Growing Mad Hatter Pepper

Growing Mad Hatter Pepper
This is the second part of a two part series on Mad Hatter pepper.

Mad Hatter is noted for its earliness. It begins yielding about a month earlier than most other varieties, depending on the climate.

These can be eaten at any stage of maturity from green to orange or red. You can begin picking the green ones about 65 to 70 days from transplanting to the garden. The colored ones ripen about 85 to 90 days from transplant.

Mad Hatter peppers are resistant not only to heat but also to pests and deer. The bushy, upright plants reach three to four feet in height with a matching spread. For best results, stake the plants. Otherwise, the stems might break under the weight of the fruits if the weather is particularly windy.

Mad Hatter pepper was bred by Pan American Seed and is the type that is traditionally used in Peruvian and Bolivian cooking, which are called uchu or aji. Pan American classified this hybrid as Capsicum baccatum. Although most sources list this variety as an annual, there is a possibility that it might survive as a perennial in frost-free areas since the species plant has sometimes proven to be a perennial under certain circumstances.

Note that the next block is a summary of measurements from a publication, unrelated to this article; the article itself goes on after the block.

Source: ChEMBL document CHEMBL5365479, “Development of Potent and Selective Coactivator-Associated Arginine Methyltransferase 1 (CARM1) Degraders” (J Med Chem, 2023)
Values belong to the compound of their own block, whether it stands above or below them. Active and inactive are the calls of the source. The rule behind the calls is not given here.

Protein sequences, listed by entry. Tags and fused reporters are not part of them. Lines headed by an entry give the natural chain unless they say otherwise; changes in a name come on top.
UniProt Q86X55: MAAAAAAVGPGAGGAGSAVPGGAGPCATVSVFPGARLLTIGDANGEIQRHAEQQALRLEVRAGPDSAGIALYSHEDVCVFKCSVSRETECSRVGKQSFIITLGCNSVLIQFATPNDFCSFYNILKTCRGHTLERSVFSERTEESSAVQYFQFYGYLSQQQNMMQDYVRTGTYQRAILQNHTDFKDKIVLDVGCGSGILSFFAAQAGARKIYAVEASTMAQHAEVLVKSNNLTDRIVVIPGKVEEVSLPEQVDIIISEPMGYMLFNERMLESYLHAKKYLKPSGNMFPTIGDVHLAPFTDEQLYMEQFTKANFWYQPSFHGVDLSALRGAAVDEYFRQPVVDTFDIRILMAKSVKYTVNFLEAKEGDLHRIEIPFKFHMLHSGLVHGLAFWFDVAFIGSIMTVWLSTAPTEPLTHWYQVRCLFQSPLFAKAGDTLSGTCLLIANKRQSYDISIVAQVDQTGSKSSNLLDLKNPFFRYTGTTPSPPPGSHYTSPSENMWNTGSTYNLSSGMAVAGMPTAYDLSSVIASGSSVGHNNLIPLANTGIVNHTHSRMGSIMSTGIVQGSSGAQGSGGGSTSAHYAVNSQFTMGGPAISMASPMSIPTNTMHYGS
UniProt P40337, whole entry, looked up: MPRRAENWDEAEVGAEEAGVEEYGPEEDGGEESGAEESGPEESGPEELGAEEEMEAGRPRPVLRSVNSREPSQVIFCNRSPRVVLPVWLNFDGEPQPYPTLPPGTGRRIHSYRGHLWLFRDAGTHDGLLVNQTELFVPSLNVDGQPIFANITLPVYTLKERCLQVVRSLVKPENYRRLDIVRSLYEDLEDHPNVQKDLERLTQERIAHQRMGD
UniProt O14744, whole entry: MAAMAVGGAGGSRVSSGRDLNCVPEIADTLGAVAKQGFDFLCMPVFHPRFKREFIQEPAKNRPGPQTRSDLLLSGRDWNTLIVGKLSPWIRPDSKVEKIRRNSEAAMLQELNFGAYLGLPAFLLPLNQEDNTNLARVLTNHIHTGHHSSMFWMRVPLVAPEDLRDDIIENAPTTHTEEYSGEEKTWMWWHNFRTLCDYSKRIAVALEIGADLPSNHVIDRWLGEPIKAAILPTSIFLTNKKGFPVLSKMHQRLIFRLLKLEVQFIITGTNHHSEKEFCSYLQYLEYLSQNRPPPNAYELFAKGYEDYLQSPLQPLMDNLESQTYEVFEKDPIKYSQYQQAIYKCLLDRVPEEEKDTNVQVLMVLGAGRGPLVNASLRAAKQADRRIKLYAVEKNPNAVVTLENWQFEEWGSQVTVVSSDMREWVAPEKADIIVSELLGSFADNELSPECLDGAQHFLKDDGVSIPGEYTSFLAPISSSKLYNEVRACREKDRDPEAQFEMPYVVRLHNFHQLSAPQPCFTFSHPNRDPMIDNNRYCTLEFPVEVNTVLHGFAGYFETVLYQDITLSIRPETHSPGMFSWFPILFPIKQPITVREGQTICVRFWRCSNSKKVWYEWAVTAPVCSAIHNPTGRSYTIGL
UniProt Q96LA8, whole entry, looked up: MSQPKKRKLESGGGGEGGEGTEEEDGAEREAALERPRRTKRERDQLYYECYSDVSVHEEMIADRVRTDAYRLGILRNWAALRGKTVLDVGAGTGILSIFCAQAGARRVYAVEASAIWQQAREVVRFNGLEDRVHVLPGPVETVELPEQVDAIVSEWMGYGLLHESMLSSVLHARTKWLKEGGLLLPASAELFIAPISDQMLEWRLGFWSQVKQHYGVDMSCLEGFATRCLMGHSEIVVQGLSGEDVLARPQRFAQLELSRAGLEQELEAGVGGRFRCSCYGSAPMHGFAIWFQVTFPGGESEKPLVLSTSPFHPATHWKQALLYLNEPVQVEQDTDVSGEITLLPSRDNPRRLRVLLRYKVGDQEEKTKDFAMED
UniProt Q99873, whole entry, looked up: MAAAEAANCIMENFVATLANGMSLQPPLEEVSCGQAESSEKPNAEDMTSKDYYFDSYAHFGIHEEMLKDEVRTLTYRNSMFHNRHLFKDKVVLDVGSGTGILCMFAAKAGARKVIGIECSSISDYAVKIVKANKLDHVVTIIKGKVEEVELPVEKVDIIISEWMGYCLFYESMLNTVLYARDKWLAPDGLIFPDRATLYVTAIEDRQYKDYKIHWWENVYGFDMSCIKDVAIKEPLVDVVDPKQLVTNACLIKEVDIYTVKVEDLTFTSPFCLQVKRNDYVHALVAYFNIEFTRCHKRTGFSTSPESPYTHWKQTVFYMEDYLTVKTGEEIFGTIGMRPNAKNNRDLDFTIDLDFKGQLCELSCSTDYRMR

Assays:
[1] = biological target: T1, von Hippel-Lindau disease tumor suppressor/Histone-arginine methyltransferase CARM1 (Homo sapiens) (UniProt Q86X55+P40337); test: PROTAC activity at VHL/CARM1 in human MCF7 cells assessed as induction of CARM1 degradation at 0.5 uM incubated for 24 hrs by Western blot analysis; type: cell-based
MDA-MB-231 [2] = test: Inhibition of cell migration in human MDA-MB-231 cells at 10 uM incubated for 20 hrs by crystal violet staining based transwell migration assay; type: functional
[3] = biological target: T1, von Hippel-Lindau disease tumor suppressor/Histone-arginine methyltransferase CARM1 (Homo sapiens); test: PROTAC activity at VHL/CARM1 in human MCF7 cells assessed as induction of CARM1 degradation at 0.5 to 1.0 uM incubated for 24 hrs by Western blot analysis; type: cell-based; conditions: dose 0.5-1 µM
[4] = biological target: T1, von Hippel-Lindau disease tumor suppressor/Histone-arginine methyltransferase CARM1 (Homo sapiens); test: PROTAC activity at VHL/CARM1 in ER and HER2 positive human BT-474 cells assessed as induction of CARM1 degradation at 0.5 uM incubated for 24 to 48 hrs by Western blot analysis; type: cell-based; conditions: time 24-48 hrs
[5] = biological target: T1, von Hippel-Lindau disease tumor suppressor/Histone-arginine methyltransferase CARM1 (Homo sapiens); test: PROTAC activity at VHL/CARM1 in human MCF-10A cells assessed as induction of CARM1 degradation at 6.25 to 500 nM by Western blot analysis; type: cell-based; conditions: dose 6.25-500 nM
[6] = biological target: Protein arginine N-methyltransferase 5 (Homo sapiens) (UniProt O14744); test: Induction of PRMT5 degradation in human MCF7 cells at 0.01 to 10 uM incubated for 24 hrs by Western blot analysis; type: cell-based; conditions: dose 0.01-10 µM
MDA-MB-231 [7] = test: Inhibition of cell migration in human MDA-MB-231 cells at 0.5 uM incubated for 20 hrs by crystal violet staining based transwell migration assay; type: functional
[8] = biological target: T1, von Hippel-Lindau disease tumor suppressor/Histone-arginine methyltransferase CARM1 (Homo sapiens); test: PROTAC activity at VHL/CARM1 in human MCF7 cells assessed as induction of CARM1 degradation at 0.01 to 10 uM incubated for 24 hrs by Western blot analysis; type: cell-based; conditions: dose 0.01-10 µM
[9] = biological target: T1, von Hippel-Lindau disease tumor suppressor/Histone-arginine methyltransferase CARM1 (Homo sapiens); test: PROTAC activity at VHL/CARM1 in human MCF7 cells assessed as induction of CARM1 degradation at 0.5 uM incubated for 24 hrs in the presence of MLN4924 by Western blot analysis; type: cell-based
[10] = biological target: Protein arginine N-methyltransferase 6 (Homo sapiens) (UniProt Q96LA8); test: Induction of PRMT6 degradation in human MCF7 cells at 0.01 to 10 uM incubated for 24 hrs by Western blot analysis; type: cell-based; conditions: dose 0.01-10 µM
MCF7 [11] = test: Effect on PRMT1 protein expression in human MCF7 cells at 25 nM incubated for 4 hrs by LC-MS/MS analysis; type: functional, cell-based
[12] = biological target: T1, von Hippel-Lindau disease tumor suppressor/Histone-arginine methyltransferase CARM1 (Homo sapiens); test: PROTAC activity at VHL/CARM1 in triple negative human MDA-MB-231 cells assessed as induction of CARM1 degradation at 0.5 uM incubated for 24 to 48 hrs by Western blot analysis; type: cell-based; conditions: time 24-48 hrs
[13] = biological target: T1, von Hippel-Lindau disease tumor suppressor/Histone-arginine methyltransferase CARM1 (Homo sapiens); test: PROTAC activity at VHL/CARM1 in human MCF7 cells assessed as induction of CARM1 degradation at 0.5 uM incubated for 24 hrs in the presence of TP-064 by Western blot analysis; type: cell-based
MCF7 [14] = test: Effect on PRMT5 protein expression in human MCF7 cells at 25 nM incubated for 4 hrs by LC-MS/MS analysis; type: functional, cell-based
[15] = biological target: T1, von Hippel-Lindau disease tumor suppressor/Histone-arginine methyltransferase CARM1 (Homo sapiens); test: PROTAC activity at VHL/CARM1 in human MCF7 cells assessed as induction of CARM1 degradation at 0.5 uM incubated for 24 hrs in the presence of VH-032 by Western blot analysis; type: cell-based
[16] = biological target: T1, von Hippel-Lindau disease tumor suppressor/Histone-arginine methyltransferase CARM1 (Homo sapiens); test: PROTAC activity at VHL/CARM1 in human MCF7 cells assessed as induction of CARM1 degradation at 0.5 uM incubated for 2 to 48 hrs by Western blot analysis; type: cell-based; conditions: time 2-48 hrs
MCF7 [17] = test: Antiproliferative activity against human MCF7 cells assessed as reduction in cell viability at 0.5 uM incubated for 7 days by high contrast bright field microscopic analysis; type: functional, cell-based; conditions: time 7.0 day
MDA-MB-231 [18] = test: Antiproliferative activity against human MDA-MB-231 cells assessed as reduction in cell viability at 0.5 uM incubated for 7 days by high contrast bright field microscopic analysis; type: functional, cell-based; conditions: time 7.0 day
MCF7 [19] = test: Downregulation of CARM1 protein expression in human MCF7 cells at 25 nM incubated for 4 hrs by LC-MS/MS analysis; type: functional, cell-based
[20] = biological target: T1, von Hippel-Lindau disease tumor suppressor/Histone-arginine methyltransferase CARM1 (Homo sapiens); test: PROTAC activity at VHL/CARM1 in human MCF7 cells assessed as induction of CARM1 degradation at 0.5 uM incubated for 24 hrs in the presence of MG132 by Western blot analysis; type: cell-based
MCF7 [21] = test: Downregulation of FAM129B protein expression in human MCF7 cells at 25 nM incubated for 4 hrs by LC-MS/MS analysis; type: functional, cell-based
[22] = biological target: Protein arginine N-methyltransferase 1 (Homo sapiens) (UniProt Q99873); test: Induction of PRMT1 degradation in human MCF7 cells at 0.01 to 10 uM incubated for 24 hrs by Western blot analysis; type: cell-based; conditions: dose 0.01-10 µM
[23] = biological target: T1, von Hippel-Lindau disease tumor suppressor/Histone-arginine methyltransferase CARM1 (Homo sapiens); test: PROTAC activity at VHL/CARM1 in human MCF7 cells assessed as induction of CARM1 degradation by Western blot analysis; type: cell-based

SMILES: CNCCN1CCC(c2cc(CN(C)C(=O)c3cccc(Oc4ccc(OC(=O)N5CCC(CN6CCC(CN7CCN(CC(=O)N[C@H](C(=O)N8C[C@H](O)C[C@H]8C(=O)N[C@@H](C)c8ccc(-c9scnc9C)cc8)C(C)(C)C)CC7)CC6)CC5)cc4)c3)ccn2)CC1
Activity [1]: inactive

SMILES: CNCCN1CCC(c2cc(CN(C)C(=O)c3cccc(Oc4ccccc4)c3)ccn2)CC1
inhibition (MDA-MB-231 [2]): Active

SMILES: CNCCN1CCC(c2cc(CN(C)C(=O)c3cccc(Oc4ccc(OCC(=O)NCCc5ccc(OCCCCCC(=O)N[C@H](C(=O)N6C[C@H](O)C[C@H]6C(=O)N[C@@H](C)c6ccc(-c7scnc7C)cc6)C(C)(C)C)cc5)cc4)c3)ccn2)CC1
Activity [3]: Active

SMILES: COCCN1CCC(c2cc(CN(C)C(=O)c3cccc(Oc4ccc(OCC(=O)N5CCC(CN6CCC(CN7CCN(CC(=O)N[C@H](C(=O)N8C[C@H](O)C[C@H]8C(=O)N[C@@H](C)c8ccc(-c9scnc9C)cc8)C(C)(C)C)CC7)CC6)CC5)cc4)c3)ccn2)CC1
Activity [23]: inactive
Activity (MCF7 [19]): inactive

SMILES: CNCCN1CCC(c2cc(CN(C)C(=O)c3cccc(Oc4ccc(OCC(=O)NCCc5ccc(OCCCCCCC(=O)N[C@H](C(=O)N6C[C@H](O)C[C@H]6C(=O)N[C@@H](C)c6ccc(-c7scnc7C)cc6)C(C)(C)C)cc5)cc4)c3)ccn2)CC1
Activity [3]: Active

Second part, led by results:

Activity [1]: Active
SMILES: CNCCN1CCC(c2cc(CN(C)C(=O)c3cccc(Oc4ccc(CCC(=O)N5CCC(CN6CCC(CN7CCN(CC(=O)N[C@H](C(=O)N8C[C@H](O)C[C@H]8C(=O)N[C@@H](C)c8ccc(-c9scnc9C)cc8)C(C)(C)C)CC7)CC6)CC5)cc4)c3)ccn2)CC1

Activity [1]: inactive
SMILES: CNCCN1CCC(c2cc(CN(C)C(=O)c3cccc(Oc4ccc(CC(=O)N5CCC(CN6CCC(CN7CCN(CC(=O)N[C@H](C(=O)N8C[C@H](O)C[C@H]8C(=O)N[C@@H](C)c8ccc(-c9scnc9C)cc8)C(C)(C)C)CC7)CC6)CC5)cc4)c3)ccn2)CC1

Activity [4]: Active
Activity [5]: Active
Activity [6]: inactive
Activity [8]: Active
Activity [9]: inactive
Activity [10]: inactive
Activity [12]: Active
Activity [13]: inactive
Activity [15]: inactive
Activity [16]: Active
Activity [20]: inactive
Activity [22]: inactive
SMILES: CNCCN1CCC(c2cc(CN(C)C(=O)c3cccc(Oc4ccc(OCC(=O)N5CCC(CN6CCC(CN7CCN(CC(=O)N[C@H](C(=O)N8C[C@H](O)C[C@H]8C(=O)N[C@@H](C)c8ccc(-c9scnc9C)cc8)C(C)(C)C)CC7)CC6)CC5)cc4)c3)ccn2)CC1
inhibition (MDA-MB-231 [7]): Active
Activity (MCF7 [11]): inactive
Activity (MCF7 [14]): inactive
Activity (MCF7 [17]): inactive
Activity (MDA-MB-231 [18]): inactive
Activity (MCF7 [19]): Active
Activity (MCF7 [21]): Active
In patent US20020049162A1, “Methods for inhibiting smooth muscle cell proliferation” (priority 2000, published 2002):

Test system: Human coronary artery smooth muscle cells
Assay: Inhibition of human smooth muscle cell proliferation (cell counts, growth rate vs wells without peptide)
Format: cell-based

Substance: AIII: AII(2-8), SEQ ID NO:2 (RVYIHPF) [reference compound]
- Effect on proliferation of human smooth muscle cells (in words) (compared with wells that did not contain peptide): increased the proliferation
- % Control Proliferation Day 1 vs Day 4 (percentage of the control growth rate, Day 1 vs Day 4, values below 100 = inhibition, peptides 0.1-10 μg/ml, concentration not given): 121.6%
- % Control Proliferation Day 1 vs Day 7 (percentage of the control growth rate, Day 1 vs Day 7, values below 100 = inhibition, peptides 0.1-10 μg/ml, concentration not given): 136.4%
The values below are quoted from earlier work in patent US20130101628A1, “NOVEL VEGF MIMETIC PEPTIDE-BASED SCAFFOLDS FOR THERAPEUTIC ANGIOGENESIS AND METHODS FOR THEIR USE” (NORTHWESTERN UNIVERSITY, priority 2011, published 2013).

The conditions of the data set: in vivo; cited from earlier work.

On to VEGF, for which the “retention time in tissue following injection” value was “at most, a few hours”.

Growing Mad Hatter Peppers

Seeds of Mad Hatter pepper are available from various sources, including J. W. Jung and West Coast Seeds. Plants may also be available at local nurseries and garden centers in the spring.

This plant does best in a moist, well drained soil, preferably a loamy one. Naturally like other peppers, Mad Hatter needs full sun.

Gardeners in areas with short growing seasons will probably want to start the seeds early indoors. This should be done six to eight weeks before the last expected frost. The seeds should be planted ¼ to ½ inch deep. These will typically sprout in about ten to twenty days, which can be slightly longer than some pepper varieties.

When planting early indoors, the plants do best at a room temperature of 65 to 80 degrees F. during the day time. At night, a temperature of 60 to 70 degrees F. is suitable.

Seedlings are generally ready to transplant about ten to fifteen days from the time the plant produces the first true leaves. Before planting the seedlings outdoors, be sure the night time temperature is 55 degrees F. or higher. Otherwise, the plants can stop growing. In addition, the flowers tend to drop from the plant anytime the temperature goes below 60 degrees F.

For those gardeners with long growing seasons, Mad Hatter seeds can be direct sown. Be sure the soil has warmed up to 75 to 80 degrees F. before planting.

When preparing the soil for planting, add fertilizer. Later on during the season once the plant has a couple fruits, another application can be added.

When planting, allow two to three feet between plants because Mad Hatter tends to be a fairly large, bushy plant. This variety can also be grown in very large containers and planters.







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This content was written by Connie Krochmal. If you wish to use this content in any manner, you need written permission. Contact Connie Krochmal for details.